Surveying menu data from restaurants across the country from 2013 through 2014, the numbers make one thing clear: Bitter will make its mark as a key menu trend this year. Customers are demanding more of the bitter flavors typically present in vegetables such as cauliflower, collards, kale, and Brussels sprouts as well as India pale ales and bitter tinctures in cocktails. Some chefs attribute the uptick in bitter to consumers seeking a balance in their palates, while other experts say it’s a throwback flavor experiencing a revival.
Mary Chapman, senior director at Technomic, says the incidence of the word bitter on restaurant menus increased 13 percent from 2013 to 2014. In particular, the word kale saw a 47 percent boost while IPAs jumped 31 percent over the same period of time.
Chapman says consumers have an undeniable interest in extreme flavors, and bitter is the latest incarnation of that trend.
Anthony Meidenbauer attributes the decrease in processed foods as a reason for the increase in the popularity of bitter veggies like kale. Meidenbauer is the corporate executive chef and director of culinary operations for Block 16 Hospitality Group, which operates nine Las Vegas restaurants and a food truck.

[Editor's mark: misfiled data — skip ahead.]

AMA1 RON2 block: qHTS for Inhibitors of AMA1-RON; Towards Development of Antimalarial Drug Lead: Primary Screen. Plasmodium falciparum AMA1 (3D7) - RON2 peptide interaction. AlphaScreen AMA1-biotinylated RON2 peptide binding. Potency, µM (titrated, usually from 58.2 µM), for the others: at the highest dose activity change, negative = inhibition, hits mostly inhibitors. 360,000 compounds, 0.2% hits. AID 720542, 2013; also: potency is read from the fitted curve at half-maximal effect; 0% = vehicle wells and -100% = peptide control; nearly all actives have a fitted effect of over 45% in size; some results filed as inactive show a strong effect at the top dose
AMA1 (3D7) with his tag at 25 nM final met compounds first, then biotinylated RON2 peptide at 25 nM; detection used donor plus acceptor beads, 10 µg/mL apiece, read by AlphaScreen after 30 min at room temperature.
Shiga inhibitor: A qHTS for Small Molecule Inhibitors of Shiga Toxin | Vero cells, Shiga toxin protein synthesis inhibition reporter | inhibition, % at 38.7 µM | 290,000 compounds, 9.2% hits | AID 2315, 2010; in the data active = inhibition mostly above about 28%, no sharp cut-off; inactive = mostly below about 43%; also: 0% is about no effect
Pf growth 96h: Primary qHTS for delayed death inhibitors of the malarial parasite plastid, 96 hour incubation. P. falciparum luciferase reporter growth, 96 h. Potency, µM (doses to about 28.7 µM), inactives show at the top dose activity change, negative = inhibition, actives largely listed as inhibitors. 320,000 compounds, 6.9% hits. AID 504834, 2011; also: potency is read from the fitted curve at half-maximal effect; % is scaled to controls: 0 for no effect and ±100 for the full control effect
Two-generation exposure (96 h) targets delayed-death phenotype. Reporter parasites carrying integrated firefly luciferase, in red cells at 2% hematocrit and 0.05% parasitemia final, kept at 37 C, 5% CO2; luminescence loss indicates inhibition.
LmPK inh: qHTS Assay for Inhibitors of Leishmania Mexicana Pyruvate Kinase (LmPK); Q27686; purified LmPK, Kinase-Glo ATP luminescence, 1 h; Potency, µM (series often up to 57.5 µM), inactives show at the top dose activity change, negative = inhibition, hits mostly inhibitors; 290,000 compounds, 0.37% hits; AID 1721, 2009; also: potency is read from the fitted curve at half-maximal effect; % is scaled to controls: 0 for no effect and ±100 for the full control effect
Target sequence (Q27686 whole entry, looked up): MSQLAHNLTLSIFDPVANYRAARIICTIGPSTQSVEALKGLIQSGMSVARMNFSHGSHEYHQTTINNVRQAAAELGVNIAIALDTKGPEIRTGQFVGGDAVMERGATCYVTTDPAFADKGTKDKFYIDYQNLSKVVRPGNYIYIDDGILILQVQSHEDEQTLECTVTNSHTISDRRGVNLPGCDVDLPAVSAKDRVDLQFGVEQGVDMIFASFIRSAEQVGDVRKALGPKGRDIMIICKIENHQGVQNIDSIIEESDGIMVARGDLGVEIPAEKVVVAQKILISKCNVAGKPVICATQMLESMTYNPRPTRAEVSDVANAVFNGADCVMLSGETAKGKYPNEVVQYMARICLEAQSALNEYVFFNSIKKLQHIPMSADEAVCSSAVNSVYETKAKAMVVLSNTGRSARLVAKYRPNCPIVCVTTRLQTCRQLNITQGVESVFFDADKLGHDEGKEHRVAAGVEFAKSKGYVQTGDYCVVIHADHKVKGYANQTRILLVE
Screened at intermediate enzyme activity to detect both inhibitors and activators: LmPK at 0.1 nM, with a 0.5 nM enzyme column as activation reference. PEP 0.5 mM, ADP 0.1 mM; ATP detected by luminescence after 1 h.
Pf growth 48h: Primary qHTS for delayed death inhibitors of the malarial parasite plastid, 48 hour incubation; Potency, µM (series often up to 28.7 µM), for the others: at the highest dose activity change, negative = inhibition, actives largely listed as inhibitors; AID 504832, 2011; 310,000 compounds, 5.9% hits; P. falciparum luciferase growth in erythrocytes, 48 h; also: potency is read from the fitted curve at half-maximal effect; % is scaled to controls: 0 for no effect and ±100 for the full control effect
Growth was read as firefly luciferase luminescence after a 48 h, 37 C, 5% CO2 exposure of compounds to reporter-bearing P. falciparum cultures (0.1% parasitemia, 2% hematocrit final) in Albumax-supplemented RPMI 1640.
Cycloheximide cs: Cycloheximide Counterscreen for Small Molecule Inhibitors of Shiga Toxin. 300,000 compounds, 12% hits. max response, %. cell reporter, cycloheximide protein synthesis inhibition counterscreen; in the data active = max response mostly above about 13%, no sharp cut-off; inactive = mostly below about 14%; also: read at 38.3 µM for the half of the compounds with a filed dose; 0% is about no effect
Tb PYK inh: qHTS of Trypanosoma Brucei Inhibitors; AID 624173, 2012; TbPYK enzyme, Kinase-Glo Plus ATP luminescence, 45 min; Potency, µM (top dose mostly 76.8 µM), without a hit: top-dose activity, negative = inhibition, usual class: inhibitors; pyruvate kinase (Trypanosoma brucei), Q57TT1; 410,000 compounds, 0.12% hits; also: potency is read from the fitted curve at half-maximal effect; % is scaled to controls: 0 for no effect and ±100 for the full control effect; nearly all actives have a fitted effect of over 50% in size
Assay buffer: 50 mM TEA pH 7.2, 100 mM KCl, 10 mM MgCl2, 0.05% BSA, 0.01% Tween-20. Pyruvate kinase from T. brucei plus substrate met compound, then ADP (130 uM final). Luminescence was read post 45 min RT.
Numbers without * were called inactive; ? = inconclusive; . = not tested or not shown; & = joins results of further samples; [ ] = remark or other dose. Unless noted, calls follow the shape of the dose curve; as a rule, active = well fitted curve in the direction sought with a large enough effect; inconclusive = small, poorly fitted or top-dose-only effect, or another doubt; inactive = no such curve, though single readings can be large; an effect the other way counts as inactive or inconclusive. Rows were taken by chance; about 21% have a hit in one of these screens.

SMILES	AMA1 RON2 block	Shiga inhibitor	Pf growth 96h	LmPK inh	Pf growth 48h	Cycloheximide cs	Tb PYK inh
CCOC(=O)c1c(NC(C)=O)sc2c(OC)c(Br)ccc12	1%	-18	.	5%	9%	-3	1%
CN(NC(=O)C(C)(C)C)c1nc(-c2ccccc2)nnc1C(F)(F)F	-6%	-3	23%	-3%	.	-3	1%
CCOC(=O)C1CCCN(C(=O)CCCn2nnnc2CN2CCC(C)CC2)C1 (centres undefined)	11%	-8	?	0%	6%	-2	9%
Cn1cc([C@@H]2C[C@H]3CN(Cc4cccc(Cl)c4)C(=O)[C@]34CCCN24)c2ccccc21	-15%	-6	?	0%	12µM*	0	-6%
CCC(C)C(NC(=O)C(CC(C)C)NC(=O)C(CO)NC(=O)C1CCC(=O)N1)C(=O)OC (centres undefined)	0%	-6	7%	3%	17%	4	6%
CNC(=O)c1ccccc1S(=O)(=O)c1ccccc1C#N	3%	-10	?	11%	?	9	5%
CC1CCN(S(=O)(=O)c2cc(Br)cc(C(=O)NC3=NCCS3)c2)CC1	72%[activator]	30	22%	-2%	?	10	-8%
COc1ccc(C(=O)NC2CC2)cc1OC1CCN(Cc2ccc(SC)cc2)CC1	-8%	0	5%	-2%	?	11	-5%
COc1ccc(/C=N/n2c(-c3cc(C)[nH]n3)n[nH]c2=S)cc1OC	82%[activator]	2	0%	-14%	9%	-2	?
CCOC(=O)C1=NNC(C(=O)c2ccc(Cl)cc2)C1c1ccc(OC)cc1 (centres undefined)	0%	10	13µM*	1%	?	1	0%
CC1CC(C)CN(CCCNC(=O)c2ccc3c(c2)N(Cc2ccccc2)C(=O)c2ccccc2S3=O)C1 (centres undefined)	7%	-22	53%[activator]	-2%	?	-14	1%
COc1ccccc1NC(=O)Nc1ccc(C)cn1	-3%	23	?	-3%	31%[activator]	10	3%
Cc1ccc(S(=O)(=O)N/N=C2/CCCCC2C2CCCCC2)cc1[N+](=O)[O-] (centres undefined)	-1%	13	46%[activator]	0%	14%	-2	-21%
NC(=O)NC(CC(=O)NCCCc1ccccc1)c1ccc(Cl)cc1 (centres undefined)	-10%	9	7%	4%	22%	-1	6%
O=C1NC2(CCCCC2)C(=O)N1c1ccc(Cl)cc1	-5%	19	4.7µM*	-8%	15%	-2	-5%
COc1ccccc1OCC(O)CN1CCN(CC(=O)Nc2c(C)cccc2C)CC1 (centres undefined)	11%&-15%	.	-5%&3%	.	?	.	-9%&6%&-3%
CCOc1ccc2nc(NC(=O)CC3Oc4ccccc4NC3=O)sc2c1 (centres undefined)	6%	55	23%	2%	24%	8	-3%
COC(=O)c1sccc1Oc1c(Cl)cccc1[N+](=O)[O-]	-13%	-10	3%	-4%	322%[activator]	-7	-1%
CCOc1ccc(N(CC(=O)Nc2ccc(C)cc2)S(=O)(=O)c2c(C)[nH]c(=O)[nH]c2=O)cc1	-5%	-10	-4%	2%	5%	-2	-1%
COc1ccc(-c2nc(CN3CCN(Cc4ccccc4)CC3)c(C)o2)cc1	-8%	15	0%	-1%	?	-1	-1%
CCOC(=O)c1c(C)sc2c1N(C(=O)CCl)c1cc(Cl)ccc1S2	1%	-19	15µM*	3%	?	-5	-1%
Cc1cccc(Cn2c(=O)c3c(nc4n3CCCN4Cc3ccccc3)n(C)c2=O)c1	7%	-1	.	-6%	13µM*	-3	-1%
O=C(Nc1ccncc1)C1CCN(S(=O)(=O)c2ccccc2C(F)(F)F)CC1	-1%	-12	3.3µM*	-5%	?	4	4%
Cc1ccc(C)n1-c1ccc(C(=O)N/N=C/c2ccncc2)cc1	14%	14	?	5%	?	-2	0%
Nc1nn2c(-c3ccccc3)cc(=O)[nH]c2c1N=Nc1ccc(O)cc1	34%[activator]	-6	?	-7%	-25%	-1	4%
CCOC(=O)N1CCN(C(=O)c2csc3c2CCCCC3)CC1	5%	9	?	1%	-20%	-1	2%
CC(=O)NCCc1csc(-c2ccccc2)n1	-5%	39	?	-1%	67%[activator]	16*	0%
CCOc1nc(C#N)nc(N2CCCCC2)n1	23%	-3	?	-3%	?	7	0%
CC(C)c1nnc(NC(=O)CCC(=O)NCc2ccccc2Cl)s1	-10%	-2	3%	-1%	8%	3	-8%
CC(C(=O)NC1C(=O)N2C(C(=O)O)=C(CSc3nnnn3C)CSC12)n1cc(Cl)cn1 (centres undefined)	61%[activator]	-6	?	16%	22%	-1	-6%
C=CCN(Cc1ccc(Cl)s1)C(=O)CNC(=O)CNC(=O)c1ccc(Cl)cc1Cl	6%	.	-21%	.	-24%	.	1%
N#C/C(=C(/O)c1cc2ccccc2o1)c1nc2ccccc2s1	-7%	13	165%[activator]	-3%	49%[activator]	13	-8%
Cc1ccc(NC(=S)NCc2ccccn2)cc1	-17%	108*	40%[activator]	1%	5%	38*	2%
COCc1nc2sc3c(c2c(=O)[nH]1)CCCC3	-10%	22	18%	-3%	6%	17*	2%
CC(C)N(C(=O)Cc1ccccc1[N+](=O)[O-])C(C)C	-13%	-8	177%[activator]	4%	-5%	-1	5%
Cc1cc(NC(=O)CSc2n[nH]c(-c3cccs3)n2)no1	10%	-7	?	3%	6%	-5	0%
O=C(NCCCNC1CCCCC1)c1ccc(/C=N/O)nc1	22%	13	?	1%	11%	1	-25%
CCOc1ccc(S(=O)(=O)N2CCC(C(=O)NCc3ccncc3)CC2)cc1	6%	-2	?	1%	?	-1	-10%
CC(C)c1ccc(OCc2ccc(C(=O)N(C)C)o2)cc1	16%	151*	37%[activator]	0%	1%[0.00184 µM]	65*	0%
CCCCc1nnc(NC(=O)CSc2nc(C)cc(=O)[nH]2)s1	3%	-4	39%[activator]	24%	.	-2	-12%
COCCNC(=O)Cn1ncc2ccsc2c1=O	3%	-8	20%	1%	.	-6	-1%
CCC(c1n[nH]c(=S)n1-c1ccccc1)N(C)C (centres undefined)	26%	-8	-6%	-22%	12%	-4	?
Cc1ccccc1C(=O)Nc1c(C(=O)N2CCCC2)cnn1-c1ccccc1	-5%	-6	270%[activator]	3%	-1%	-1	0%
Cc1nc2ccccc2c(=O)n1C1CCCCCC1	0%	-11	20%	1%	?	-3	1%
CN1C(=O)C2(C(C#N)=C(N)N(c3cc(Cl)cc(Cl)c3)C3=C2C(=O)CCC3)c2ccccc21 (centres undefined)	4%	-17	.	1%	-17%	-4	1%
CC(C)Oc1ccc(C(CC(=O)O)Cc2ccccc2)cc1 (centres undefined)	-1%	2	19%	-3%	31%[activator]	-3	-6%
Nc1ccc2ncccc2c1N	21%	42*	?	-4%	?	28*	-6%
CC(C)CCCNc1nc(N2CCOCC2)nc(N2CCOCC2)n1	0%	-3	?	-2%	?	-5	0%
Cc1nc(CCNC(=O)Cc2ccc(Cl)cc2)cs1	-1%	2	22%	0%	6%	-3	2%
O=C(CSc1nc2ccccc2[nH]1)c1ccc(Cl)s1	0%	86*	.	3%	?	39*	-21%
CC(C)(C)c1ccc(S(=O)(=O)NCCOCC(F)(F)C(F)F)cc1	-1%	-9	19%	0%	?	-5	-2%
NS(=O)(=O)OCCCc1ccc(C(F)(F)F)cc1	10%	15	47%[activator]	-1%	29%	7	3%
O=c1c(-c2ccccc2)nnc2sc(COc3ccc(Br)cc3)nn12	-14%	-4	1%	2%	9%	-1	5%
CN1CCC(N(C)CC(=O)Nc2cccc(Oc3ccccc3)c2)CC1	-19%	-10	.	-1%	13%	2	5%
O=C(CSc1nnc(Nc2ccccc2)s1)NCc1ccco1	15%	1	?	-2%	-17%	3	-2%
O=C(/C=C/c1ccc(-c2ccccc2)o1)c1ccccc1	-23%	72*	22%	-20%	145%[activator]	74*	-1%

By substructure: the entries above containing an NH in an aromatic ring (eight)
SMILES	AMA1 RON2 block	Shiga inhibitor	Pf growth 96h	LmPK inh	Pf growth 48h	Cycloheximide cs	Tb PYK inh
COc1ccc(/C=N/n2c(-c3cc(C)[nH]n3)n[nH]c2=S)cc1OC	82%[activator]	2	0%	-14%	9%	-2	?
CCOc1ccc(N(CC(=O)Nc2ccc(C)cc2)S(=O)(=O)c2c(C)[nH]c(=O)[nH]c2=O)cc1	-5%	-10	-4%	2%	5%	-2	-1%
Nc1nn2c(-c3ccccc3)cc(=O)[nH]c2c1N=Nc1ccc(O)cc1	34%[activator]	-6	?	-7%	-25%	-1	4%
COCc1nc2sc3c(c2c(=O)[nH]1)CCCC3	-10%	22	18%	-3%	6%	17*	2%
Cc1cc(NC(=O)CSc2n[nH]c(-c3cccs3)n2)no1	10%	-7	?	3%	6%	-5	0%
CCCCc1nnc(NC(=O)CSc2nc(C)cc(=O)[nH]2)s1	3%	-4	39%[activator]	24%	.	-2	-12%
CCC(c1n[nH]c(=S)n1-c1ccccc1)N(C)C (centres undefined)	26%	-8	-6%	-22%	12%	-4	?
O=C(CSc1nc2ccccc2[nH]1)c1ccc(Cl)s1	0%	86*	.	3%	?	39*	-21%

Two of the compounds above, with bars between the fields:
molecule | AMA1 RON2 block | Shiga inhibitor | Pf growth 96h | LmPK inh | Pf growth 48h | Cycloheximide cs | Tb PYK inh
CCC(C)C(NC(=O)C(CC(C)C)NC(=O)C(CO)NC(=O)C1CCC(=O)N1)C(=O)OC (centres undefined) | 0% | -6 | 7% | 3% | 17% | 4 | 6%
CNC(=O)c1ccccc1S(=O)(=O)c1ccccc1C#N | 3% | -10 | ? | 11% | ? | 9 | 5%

“As the movement toward eating farm-fresh items and things that are less-processed grows, the bitter flavor profile is becoming more accepted in the American diet,” he says.
He’s also noticed that his customers are more willing to try a dish that has a bitter component, and they usually love the results. “Often the flavors are something maybe guests haven’t tried before, and it gives them a pleasant surprise.”
Executive Chef Ryan Tate of the farm-to-table restaurant Blenheim in New York City is one of many chefs who recommends opening a meal with a bitter dish. “The bitter taste stimulates the palate and makes you want to keep eating,” he explains.
On his menu, he uses leek tops that have been burned, creating a sharp, savory flavor, and pairs it with rich braised beef short ribs. It may sound like an odd combination, but Chef Tate says the two components work together harmoniously, and that is what he aims to achieve when including bitter flavors. “You want the dish to end up balanced,” he says. “There’s nothing on the menu that is intended to be bitter; it’s all about balance.”